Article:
A Cognitive-Behavioral Treatment

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It has been almost 60 years since the Civil Rights Movement yet underlying racial tensions and documentation of police brutality continue on in America. While criminal activity knows no race, there seems to be a correlation between increased use of force by police officers on people of color compared to their white counterparts (Spencer, Charbonneau, & Glasser, 2016). Whether it is media portrayal, or actual bias by officers, the number of deaths at the hands of police officers since 2014 has sparked outcry from the public.

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Much like the 1960’s and the height of the Civil Rights Movement, a grassroots movement, Black Lives Matter, has begun to take a stand against what is viewed as excessive policing. Currently there is no cohesive database documenting the number of police related shootings. Empirically based research and literature is limited regarding criminal homicide and police shootings (Bejan, Hickman, Parkin & Pozo, 2018). Current research also suggests an under-reporting or misreporting on governmental websites such as The National Vital Statistics System (NVSS) (Feldman, Gruskin, Coull, & Krieger, 2017).

The creation of the Black Lives Matter Movement (BLM) in response to the shooting of Trayvon Martin has pushed these types of incidents to the forefront of media. The coverage, negative or positive have sparked conversation and research into these matters. Though racism, racial discord and the use of excessive force by police officers is not a new subject area, the seemingly increase of unarmed individuals being shot by police, social media encounters of racism and misuse of police resources by individuals reporting people of color for infractions such as studying in their dorms (Wootson, 2018) or hosting a barbeque (Fernow, 2018) have opened the door for more research (Bejan, Hickman, Parkin & Pozo, 2018).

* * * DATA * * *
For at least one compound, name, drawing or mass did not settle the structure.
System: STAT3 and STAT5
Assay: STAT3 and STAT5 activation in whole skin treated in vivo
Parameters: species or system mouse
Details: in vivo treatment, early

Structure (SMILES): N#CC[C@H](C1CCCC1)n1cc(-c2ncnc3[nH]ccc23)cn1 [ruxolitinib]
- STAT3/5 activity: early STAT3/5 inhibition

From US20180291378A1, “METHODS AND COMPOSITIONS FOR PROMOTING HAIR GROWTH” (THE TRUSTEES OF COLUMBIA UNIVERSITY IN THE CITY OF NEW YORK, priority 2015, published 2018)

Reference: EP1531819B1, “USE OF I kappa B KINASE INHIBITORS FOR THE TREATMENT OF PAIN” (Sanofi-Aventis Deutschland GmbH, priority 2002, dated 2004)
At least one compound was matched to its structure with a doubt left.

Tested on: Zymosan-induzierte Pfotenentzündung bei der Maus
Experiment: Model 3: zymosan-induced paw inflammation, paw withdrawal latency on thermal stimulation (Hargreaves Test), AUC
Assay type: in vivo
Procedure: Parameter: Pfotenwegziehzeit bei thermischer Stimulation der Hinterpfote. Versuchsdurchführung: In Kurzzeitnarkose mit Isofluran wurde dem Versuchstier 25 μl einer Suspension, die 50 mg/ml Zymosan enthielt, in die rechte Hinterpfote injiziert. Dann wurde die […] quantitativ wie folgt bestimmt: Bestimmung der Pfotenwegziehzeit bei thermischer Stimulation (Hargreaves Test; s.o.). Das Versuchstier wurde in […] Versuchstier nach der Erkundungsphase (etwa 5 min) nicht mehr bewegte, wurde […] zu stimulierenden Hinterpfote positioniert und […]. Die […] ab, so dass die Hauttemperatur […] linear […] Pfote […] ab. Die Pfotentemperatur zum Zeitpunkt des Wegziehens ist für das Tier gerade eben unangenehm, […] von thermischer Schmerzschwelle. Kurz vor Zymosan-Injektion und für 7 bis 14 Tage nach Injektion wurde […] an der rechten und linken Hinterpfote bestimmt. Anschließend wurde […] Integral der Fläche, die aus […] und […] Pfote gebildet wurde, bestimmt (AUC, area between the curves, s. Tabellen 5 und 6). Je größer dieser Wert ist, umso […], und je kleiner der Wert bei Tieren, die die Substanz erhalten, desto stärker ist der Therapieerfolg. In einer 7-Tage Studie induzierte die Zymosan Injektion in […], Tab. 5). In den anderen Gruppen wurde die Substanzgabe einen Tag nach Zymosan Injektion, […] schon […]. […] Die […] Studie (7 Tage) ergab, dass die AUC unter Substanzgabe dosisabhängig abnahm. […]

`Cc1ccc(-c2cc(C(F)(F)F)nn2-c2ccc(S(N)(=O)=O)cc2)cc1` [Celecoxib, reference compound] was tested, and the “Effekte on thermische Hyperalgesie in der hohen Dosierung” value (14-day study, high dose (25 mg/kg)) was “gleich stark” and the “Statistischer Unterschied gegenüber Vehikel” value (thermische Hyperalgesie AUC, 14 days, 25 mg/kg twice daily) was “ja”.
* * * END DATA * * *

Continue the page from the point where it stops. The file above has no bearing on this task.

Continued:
One area of research questions the role of implicit bias in racial interactions, particularly in regard to police interactions with persons of color (Plant & Peruche, 2005; Correll, Park, Judd, Wittenbrink, Sadler & Keesee, 2007; Spencer, Charbonneau, Glasser, 2016). Implicit bias holds to the idea that individuals are unaware of their own biases that affect their behavior, often in a discriminatory manner (Selmi, 2018). Due to the ignorance of their own bias, behaviors and responses can be attributed to external influences and events, rather than recognizing the internal workings occurring (Plant & Peruche, 2005).

Coupled with this underlying theory is a response on ways to counteract implicit bias, specifically in police training. Police departments themselves are seeking ways to better train their officers in an attempt to reduce fatalities. Researchers, as well, are considering the implementation of cognitive-behavioral based training as well as exposure-based training in an attempt to minimize implicit bias, therefore reducing the number of police brutality incidents (Kawakami, Dovidio, Moll, Hermsen, & Russin, 2000; Lai, Marini, Lehr, Cerruti, Shin,

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